Try digitalPLUS for 10 days for only $0.99

Opinion

News Opinion

Medicare cuts hit dialysis hard

On July 1, Medicare proposed a dramatic and disappointing reduction in dialysis payment rates that could jeopardize local dialysis care. As a dialysis professional I am responsible for some of the sickest and most vulnerable patients in Maryland, those with kidney failure who depend on dialysis three times each week to stay alive. Most people on dialysis, regardless of age, have Medicare. The new Medicare cuts worry me. The cost impact could result in reduced dialysis services and clinic closures at a time when kidney disease is rising in our state. Currently there are 13,138 Maryland residents suffering with kidney failure, an increase of approximately 15 percent since 2005. These cuts will be hardest on rural and inner city clinics where Medicare populations are highest.

Fiscal challenges require doing more with less. Two years ago we adopted a new payment plan which required belt tightening, but we kept our service quality high and our clinic network intact. This progress could be threatened by the new round of proposed Medicare cuts.

Our elected officials should urge Medicare to protect our neighbors and loved ones who suffer from kidney failure. The clock is ticking on this proposal and the lives of those who need lifesaving dialysis care.

Sarrah Johnson, National Harbor

Copyright © 2015, The Baltimore Sun
Related Content
  • Medicare cuts for dialysis would be disastrous for people with kidney disease

    Medicare cuts for dialysis would be disastrous for people with kidney disease

    The Centers for Medicare and Medicaid Services (CMS) is proposing a 10 percent cut to the Medicare payment for dialysis — a proposed reduction that is ill-advised, to say the least ("Medicare cuts hit dialysis hard," July 15).

  • Dixon's return

    Dixon's return

    Given the riots after Freddie Gray's death, the ensuing spike in violent crime and all the systemic economic, educational and social problems that have been brought to light as a result, Baltimore could assuredly use an election. We need a real conversation about this city's leadership, and we...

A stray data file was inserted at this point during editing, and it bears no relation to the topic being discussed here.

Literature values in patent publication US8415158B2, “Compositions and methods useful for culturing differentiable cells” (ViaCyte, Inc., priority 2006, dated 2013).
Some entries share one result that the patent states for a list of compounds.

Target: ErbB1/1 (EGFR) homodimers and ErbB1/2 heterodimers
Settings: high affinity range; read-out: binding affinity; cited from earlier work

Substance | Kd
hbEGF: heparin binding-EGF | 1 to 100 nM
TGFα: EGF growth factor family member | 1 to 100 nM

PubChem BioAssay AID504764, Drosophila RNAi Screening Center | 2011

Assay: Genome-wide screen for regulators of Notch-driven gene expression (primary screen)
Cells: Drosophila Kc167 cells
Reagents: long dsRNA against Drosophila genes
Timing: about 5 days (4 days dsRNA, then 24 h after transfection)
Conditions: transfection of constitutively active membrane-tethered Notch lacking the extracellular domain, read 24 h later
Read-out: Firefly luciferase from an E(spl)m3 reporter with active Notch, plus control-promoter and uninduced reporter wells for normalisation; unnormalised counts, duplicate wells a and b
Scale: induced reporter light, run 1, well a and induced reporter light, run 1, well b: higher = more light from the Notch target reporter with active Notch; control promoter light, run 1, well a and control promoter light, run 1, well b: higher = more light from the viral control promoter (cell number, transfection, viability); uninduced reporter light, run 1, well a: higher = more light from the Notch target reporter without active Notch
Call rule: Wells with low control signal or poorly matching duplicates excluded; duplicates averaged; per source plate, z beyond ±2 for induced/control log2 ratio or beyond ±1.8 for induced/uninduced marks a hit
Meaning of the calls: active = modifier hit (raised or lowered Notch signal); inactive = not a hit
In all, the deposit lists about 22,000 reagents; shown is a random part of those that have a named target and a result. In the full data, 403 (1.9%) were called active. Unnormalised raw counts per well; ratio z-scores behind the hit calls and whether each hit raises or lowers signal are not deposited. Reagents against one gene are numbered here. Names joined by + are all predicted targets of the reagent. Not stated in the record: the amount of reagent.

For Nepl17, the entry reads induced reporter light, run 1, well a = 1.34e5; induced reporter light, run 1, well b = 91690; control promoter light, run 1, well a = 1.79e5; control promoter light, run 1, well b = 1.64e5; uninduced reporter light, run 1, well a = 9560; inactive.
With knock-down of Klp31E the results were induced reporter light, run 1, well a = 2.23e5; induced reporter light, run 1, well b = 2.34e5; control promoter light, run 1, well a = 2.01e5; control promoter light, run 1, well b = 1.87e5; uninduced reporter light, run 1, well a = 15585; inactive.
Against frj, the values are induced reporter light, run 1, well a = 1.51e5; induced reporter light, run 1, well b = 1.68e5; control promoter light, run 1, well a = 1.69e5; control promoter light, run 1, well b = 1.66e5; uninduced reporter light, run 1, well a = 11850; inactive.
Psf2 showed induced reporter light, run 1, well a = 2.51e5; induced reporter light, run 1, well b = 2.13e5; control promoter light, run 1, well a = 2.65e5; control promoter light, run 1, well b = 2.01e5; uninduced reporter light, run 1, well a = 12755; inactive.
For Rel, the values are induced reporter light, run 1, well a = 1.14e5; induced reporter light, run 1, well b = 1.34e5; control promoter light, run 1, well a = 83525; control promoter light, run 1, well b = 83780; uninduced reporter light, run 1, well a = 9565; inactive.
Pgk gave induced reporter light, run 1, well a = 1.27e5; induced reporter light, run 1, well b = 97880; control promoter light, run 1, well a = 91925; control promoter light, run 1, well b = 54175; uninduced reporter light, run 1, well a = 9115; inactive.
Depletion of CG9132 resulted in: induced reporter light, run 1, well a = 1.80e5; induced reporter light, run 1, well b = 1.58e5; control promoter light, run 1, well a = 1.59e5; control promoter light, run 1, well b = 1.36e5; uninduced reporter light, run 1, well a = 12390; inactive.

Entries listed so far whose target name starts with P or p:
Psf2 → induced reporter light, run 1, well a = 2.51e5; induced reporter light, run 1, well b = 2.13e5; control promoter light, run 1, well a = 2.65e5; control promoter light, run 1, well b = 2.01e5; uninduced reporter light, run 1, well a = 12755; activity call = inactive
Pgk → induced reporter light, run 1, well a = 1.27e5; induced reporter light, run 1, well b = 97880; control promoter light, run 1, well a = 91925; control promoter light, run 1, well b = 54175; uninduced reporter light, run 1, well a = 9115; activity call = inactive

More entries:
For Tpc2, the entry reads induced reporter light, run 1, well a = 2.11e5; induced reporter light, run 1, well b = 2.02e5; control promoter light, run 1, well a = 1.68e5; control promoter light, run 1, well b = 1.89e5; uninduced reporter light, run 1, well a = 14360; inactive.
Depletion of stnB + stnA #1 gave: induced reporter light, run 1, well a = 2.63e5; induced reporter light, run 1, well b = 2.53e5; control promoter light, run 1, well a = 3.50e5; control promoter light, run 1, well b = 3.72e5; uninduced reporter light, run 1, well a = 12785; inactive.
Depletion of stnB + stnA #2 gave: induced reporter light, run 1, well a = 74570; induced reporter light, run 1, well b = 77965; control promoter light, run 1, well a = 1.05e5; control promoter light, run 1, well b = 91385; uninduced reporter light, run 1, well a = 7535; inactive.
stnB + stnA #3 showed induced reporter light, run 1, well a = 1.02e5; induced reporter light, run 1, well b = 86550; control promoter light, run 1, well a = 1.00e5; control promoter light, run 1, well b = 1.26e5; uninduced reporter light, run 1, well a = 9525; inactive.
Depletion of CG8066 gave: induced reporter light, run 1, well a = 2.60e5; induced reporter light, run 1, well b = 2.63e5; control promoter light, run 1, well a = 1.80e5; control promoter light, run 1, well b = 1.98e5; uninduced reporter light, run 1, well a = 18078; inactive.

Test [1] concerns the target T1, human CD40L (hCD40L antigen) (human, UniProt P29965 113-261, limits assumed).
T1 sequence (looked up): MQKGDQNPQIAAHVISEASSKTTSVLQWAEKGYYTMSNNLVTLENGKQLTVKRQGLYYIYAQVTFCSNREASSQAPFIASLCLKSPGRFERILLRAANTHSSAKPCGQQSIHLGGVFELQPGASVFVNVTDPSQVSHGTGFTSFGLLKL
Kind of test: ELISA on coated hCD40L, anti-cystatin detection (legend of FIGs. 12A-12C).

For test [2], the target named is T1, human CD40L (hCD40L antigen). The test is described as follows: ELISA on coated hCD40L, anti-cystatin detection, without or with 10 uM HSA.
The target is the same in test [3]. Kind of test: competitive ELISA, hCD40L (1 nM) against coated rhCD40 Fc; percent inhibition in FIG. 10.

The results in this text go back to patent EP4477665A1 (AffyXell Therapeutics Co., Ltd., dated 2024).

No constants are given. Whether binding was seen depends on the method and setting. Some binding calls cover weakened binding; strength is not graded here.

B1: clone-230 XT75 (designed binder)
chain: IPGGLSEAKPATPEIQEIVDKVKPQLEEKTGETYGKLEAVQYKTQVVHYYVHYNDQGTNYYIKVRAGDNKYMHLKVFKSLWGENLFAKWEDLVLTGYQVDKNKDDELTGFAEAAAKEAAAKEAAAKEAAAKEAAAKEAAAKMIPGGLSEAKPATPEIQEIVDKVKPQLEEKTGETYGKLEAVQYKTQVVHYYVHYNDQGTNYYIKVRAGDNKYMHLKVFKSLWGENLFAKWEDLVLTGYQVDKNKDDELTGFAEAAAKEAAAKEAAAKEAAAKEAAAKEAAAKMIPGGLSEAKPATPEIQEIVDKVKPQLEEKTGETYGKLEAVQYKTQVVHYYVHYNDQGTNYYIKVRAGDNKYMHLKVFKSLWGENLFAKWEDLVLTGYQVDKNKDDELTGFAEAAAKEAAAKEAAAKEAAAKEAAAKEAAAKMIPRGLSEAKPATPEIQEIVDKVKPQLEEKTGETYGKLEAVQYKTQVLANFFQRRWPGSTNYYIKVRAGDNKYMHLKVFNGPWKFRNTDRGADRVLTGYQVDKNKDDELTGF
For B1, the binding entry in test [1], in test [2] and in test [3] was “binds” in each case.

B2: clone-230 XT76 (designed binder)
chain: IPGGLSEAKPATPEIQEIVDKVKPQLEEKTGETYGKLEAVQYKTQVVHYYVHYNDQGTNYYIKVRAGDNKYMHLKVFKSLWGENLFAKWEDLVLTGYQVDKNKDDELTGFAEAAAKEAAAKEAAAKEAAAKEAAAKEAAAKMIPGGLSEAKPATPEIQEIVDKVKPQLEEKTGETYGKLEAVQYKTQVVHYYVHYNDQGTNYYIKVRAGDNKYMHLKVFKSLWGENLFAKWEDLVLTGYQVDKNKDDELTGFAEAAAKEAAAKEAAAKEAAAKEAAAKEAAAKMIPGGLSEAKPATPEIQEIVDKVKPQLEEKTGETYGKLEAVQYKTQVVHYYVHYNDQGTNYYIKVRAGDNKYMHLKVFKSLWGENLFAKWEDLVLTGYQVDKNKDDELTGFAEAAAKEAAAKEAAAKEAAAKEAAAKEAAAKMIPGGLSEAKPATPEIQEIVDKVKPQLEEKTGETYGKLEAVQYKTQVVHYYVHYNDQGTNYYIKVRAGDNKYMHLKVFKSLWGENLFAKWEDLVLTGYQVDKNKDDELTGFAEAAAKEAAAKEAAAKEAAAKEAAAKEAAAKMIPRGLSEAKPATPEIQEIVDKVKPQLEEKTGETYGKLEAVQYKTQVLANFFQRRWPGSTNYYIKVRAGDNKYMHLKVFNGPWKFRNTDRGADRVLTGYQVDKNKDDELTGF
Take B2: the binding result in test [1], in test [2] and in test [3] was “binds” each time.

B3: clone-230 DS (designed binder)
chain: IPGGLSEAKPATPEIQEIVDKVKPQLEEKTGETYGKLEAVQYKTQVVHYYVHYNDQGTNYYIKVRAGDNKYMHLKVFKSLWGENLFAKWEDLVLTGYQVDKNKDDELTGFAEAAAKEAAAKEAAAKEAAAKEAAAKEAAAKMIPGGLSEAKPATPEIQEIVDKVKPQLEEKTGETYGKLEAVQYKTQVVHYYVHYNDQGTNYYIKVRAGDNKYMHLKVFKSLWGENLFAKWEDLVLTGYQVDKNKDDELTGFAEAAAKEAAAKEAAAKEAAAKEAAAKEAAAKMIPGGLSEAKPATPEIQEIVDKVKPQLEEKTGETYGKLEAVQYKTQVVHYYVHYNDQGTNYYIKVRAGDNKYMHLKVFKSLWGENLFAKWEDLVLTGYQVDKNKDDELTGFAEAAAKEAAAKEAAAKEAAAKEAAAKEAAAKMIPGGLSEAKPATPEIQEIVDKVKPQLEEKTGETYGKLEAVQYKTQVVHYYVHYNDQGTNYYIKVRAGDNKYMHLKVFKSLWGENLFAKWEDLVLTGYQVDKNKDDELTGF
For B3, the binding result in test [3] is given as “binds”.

• The burdens of being black

    The burdens of being black

    I was born human more than a half century ago but also birthed with the burden of being black. I discovered racial discrimination early in life. I grew up among the black poor in Hartford, where a pattern of housing segregation prevailed. One city, but separated North end and South end on the basis...

  • Montgomery's sick leave experiment

    Montgomery's sick leave experiment

    Long before there was a statewide ban on smoking in restaurants, Montgomery County adopted such a restriction when it was still a pretty controversial step to take. Before the Maryland General Assembly approved widespread use of cameras to enforce traffic laws, Montgomery County already had them...

  • Partnerships improve health care in Maryland

    Partnerships improve health care in Maryland

    For decades, as health care costs continued to spiral upward and patients were stymied by an increasingly fragmented health care system, policy leaders, politicians and front-line caregivers strained to find a better way to care for people.

  • Could a state property tax cap stimulate Baltimore's economy?

    Could a state property tax cap stimulate Baltimore's economy?

    When Gov. Larry Hogan announced his rejection of the Red Line, an east-west rail transit line in Baltimore City, he seemed to derail the high hopes of Mayor Stephanie Rawlings-Blake and many other supporters of the $2.9 billion project. "He canceled a project," lamented the mayor, "that would have...

  • Mosby in Cosmo and Vogue [Poll]

    Mosby in Cosmo and Vogue [Poll]

    Was it wrong for city State's Attorney Marilyn Mosby to appear in Vogue and Cosmopolitan when she has concerns about publicity in the Freddie Gray case?

  • Baltimore's broken roadways

    Baltimore's broken roadways

    Baltimore's traffic congestion is awful, causing adverse quality of life and economic consequences. Add to that the effect on air quality and cost of health-related problems caused by vehicle pollution.

Comments
Loading

70°